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Issues to Consider with IRAs

An IRA, either in its traditional form or as a Roth, gives you the opportunity to reduce your taxes and grow your wealth for the future. The deadline for 2014 IRA contributions this year is April 15, and the maximum contribution amount is $5,500. If you are fifty years old or older, you can contribute another $1,000 annually as a catch-up contribution. However, many people do not understand the differences between IRAs or what other opportunities exist that can help you with your retirement wealth.

Traditional v. Roth IRAs

There are two main types of IRA accounts. The first is a traditional IRA, where earnings can grow tax deferred until you reach age 70½ years old. However, if you make withdrawals before age 59½, you may incur both ordinary income taxes and a ten percent penalty. As soon as you reach 70½ years old, you are required to start taking the minimum required distributions (MRDs) and start paying taxes on that amount.

A Roth IRA contribution is not tax deductible the year that you make it, but the money in the account can grow tax-free. In addition, the withdrawals are tax-free in retirement as long as certain conditions are met. Contributions to a Roth IRA are subject to income limits and early withdrawal penalties. However, Roth IRAs do not have MRDs like traditional IRAs.

One final option is a spousal IRA. This type of account allows a spouse that does not earn wages to contribute to their own traditional or Roth IRA. However, the other spouse must be working, and the couple must file a joint tax return. Eligible married couples can each contribute up to $5,500 for the 2014 tax year to their respective IRA, and spousal IRAs are also eligible for a $1,000 catch-up contribution.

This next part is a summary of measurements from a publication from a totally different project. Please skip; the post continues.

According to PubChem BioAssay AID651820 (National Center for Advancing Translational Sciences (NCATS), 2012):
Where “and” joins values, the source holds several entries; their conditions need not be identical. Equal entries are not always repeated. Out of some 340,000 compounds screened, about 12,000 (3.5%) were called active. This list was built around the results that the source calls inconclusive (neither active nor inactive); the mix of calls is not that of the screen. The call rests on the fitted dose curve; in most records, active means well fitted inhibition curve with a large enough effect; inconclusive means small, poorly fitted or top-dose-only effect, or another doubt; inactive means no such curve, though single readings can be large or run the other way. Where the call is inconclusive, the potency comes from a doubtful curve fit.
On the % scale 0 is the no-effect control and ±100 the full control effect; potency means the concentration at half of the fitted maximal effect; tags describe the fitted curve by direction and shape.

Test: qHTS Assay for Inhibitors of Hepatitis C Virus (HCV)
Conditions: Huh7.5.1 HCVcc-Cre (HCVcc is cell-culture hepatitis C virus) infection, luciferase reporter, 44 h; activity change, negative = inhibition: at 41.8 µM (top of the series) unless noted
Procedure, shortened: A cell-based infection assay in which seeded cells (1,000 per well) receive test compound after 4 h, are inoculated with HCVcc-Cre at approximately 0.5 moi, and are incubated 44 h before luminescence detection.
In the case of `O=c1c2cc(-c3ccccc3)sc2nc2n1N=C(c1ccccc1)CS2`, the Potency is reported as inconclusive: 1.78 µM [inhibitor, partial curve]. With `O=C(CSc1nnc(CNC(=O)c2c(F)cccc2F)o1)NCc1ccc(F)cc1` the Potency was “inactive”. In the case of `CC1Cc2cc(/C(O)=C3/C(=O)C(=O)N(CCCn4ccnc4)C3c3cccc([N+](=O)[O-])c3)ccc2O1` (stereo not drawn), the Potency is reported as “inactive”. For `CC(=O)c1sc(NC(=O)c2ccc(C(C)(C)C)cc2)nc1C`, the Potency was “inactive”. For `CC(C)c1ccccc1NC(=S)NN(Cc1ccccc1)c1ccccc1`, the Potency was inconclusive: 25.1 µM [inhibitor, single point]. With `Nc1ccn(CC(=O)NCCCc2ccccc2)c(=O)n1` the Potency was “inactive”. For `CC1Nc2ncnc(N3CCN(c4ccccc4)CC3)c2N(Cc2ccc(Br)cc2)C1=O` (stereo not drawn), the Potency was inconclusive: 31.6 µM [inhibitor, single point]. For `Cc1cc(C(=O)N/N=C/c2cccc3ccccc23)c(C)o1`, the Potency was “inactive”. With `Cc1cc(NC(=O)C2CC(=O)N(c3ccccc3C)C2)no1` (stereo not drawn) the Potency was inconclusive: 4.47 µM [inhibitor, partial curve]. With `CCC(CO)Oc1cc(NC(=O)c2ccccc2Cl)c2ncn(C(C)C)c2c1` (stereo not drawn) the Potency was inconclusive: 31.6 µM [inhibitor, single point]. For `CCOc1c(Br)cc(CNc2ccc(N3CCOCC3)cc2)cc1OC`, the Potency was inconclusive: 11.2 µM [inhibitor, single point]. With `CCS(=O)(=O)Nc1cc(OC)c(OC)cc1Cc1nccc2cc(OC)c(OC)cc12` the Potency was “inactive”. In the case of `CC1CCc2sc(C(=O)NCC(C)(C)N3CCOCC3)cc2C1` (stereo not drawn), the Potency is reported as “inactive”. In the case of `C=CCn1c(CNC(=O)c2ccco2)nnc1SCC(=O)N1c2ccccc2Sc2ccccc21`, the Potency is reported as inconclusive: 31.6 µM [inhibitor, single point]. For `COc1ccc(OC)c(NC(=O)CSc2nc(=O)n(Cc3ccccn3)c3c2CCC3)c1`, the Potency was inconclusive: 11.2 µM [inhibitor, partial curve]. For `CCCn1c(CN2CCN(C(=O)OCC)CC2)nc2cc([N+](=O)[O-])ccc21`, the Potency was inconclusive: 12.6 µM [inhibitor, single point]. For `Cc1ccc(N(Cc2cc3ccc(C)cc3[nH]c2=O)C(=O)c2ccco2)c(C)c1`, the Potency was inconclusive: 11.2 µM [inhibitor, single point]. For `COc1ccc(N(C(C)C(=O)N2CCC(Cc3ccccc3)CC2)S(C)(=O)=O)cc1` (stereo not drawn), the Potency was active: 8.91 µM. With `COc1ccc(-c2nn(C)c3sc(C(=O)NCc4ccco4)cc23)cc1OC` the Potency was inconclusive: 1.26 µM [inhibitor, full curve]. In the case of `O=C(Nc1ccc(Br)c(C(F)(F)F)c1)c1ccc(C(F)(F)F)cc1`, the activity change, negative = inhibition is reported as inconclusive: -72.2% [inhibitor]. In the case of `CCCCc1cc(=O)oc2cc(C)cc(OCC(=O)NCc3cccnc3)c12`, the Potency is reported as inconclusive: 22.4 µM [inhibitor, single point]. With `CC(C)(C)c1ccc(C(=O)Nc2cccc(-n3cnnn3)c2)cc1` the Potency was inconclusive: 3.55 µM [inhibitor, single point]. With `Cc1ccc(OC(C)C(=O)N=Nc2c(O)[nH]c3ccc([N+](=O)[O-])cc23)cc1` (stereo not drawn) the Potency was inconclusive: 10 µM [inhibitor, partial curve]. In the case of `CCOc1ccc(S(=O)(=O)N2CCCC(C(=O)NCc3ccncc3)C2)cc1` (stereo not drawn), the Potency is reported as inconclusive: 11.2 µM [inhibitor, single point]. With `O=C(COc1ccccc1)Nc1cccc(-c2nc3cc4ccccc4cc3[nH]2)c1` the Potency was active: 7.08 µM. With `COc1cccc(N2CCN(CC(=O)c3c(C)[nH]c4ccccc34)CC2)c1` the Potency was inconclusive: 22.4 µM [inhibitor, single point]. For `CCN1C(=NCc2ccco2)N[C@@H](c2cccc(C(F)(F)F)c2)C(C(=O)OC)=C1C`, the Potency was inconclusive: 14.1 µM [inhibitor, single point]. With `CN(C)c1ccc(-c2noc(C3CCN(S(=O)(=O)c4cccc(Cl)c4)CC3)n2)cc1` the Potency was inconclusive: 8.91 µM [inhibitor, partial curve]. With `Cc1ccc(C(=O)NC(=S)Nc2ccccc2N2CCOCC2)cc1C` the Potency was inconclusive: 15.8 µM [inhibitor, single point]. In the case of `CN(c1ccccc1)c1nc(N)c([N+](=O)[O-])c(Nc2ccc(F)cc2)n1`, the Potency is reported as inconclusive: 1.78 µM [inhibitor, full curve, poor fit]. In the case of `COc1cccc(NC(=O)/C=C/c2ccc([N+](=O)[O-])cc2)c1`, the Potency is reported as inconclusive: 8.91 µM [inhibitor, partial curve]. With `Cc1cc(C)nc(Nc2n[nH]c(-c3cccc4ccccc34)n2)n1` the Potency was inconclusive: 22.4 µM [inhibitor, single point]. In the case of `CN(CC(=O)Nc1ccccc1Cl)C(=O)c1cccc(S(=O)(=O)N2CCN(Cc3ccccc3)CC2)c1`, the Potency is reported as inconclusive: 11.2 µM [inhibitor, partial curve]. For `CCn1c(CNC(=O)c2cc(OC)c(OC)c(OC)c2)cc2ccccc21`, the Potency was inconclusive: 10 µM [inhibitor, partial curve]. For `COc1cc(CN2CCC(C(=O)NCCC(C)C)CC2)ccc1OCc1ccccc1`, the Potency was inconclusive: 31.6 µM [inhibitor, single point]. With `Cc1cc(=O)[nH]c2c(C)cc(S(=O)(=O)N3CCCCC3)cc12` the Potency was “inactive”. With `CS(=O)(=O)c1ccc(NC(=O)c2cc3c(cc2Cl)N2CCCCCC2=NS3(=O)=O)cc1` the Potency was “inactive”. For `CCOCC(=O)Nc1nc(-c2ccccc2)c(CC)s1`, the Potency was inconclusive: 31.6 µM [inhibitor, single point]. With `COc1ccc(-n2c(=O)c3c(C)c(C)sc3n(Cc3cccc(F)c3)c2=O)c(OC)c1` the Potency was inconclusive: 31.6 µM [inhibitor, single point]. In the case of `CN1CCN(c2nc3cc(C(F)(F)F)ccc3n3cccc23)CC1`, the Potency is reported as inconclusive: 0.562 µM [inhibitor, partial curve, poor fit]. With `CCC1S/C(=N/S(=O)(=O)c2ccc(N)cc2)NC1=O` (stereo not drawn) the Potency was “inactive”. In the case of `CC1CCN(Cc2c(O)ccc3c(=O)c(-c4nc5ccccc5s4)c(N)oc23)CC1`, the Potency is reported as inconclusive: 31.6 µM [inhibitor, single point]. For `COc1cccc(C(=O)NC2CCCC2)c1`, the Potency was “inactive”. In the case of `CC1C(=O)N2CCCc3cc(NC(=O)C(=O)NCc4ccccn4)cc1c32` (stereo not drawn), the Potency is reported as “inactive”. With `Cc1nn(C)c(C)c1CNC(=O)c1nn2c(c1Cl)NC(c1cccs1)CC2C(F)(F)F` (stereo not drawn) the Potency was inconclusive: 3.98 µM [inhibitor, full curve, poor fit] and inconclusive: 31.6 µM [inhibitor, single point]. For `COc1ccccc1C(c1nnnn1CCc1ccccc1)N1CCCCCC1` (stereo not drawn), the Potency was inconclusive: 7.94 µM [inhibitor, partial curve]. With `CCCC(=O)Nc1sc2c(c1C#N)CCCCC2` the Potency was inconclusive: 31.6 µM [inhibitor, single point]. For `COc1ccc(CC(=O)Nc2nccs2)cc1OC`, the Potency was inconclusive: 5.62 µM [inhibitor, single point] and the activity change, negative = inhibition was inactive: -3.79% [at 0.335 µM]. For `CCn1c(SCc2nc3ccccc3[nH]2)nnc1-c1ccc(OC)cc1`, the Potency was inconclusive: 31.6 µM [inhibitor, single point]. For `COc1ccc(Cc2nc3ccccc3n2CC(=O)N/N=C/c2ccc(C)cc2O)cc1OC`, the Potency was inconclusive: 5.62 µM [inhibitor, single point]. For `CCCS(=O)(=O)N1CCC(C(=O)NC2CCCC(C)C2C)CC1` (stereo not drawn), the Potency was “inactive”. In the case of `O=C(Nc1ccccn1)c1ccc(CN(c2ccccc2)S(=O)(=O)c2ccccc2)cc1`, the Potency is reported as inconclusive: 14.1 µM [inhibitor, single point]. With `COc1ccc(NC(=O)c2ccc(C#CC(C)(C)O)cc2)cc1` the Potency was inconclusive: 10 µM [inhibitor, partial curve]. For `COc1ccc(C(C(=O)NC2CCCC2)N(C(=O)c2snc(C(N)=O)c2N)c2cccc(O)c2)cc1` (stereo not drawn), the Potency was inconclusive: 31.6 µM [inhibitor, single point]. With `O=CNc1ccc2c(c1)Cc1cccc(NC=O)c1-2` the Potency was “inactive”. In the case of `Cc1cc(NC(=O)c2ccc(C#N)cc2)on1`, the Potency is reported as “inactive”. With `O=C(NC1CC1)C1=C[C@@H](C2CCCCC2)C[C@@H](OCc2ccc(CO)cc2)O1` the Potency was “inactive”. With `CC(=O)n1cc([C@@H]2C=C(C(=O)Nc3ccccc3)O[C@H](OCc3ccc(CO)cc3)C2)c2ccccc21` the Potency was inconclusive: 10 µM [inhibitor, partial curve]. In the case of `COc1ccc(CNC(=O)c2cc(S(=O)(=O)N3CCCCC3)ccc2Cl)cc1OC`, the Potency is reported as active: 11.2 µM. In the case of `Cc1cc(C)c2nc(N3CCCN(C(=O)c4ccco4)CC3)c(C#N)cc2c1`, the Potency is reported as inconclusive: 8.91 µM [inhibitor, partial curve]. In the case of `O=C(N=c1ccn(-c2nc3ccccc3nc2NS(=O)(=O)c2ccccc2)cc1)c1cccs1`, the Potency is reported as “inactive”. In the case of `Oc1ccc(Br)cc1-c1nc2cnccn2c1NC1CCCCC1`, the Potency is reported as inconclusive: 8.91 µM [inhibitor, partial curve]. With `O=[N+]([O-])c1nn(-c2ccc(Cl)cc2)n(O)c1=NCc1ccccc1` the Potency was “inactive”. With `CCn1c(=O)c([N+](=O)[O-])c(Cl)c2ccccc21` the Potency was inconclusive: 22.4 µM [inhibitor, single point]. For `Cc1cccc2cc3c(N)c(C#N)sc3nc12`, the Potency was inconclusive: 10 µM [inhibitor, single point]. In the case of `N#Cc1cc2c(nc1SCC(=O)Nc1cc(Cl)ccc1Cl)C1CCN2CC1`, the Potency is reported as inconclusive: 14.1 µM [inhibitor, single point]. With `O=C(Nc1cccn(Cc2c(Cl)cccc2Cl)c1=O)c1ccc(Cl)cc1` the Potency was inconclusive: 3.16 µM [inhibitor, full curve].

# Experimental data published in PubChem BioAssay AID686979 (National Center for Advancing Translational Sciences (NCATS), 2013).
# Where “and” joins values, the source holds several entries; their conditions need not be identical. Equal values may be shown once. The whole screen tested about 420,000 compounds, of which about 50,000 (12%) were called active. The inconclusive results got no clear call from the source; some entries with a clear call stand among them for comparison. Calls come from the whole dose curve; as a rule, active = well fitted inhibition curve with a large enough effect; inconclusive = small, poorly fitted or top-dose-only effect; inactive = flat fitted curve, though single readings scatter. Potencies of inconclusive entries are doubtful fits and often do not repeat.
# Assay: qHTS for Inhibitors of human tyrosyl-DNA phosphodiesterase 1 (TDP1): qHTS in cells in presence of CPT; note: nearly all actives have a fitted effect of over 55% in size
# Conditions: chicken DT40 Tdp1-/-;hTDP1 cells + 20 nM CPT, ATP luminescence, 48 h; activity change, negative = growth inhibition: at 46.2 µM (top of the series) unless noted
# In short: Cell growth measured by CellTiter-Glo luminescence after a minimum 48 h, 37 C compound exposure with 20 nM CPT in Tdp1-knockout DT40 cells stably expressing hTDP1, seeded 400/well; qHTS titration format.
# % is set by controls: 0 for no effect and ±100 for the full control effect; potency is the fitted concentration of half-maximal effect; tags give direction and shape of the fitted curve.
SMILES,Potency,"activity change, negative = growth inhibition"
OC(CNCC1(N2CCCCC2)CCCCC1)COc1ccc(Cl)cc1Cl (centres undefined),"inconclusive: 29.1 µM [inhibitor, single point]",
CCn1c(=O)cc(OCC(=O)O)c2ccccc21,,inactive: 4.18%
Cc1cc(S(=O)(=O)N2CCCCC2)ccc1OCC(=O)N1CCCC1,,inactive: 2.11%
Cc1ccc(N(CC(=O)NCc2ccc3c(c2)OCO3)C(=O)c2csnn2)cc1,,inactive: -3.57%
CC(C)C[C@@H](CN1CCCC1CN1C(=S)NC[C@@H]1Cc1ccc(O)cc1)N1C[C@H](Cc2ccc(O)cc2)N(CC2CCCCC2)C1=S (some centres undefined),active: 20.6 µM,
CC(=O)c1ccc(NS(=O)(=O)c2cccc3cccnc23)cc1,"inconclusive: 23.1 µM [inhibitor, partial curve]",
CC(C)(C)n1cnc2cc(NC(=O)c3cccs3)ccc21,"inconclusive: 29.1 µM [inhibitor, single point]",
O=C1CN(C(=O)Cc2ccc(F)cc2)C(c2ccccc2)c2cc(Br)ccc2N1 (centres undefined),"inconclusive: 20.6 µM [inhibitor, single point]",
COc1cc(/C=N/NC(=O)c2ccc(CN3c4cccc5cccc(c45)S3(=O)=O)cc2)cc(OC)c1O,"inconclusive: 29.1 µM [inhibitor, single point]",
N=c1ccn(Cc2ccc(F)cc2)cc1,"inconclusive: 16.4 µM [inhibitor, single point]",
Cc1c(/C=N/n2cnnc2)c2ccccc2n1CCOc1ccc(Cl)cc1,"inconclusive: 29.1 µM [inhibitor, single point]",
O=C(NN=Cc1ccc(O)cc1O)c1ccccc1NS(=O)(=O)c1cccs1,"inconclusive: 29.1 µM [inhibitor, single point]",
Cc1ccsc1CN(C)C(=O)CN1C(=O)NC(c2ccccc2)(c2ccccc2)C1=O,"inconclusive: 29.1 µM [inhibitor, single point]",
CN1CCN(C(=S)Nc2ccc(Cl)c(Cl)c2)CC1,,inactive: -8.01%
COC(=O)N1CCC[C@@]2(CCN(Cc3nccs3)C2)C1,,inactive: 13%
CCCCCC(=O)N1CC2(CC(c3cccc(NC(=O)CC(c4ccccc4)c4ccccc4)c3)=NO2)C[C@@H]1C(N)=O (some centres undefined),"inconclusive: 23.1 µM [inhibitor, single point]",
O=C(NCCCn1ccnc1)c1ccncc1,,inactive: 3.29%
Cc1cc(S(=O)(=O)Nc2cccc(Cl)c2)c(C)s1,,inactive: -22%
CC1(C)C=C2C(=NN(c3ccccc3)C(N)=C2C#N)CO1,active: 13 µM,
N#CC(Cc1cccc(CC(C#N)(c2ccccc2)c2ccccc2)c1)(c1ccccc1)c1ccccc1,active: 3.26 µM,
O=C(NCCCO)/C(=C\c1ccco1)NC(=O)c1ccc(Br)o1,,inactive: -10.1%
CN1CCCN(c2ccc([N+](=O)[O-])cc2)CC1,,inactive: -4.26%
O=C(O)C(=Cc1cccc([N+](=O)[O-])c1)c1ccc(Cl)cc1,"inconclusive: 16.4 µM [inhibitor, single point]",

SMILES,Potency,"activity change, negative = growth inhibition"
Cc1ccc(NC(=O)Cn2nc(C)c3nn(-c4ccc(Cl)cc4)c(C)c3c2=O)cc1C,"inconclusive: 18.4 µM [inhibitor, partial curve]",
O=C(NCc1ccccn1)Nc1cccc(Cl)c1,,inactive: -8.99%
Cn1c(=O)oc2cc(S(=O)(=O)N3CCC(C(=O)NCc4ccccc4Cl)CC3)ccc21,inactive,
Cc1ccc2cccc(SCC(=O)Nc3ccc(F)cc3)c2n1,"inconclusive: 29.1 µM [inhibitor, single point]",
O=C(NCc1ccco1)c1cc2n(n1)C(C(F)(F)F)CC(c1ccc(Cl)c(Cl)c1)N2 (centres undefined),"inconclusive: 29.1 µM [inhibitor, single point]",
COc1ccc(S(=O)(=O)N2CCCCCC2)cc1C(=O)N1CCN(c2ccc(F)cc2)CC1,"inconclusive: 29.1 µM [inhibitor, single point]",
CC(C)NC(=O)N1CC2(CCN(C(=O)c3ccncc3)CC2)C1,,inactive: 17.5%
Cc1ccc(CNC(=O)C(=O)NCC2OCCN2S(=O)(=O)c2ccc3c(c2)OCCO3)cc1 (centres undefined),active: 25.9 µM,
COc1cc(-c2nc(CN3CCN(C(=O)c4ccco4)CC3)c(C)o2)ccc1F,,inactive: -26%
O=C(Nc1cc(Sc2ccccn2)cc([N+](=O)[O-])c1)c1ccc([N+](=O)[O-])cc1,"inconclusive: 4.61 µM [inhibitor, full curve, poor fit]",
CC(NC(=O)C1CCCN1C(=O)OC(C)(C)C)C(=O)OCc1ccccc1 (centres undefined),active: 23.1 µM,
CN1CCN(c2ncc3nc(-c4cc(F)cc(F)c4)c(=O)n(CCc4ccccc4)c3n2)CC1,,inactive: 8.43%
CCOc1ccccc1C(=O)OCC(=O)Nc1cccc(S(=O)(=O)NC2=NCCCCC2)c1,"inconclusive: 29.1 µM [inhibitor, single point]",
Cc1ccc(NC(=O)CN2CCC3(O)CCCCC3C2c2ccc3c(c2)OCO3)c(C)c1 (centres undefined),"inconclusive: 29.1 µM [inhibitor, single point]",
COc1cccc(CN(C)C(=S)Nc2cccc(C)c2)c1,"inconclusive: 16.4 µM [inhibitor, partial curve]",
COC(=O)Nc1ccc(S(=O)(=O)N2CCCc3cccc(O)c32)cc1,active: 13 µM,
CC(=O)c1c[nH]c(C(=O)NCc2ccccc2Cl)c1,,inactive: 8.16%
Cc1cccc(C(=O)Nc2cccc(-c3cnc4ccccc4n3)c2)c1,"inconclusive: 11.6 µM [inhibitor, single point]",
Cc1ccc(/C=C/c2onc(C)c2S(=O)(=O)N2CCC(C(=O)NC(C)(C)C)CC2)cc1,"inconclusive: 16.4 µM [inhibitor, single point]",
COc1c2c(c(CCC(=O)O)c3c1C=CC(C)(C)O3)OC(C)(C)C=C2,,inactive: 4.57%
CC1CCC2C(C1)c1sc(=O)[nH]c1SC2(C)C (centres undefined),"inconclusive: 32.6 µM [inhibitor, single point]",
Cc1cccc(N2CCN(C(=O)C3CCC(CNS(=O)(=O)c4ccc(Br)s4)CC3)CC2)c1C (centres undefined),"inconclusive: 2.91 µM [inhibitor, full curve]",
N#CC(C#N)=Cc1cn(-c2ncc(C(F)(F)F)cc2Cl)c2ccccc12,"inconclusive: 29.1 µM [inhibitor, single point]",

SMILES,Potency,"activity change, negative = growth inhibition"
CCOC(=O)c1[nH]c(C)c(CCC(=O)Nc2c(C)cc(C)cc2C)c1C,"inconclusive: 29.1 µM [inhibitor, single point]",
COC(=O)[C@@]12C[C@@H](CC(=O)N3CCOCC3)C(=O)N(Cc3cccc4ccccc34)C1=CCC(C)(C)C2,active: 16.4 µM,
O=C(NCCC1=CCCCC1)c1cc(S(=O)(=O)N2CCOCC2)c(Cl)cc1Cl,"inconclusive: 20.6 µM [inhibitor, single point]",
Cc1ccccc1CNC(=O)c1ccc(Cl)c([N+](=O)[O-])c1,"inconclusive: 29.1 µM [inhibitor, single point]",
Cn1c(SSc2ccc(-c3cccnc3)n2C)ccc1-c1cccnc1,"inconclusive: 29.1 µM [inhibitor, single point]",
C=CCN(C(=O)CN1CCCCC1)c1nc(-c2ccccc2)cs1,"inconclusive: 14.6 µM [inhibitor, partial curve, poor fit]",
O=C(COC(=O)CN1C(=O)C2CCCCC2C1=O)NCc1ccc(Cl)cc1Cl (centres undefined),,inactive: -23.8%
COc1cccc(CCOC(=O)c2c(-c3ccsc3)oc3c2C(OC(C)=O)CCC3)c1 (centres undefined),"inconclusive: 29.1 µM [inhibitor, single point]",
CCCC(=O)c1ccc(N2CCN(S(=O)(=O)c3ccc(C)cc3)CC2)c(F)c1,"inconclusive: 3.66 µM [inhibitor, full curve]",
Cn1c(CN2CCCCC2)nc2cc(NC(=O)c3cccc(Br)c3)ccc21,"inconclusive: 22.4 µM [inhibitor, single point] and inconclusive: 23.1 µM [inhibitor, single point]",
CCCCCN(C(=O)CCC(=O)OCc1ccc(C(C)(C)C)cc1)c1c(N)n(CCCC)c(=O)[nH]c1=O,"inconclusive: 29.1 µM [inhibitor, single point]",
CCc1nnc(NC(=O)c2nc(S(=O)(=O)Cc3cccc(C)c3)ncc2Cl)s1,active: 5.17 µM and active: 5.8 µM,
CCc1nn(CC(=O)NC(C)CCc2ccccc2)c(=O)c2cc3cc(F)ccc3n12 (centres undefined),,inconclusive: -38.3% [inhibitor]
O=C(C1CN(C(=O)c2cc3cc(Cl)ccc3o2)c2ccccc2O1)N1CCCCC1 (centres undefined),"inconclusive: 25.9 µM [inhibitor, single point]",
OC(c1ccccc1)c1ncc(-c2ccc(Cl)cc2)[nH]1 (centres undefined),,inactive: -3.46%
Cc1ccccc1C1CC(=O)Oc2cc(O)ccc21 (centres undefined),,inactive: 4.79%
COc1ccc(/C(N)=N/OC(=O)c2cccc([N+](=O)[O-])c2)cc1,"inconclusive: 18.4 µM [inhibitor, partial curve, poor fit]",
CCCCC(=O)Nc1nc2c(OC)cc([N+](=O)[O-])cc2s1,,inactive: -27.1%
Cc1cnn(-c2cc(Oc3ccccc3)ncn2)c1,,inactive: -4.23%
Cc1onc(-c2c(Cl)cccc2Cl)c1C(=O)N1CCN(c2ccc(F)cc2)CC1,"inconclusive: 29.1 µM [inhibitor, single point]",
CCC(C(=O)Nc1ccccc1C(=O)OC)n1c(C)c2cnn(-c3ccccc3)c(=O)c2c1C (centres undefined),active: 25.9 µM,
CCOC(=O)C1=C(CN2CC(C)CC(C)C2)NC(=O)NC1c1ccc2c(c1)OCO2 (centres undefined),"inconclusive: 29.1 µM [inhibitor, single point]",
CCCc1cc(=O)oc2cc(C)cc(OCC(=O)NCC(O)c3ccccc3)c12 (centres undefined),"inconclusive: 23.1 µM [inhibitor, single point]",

Opening an IRA for Family

If your children or grandchildren are working and earn a taxable income, you can gift them their annual contribution to an IRA. Up to $5,500 can be deducted from your annual gift amount of $14,000 without repercussions with gift taxes. However, a contribution cannot exceed the amount that your child or grandchild earns in the year if it is lower than the contribution maximum amount.

Investing Your IRA Contribution

Many people forget about making an IRA contribution until right before the deadline of April 15, and they simply put it into a money market account. However, they do not ever think to go back and place that money in an investment. This situation is not ideal because the best way to grow an IRA is to invest in a mixture of stocks, bonds, and mutual funds. If you do not feel skilled enough as an investor, there are other options available.

You can consider a target fund date, where a manager selects, monitors, and adjusts the mix to match a target retirement date. Another good option to consider is a managed account, where the managed account provider determines an asset mix based on your financial circumstances, time horizon, risk tolerance, and investment goals. A skilled financial advisor can set up either option for your IRA account.

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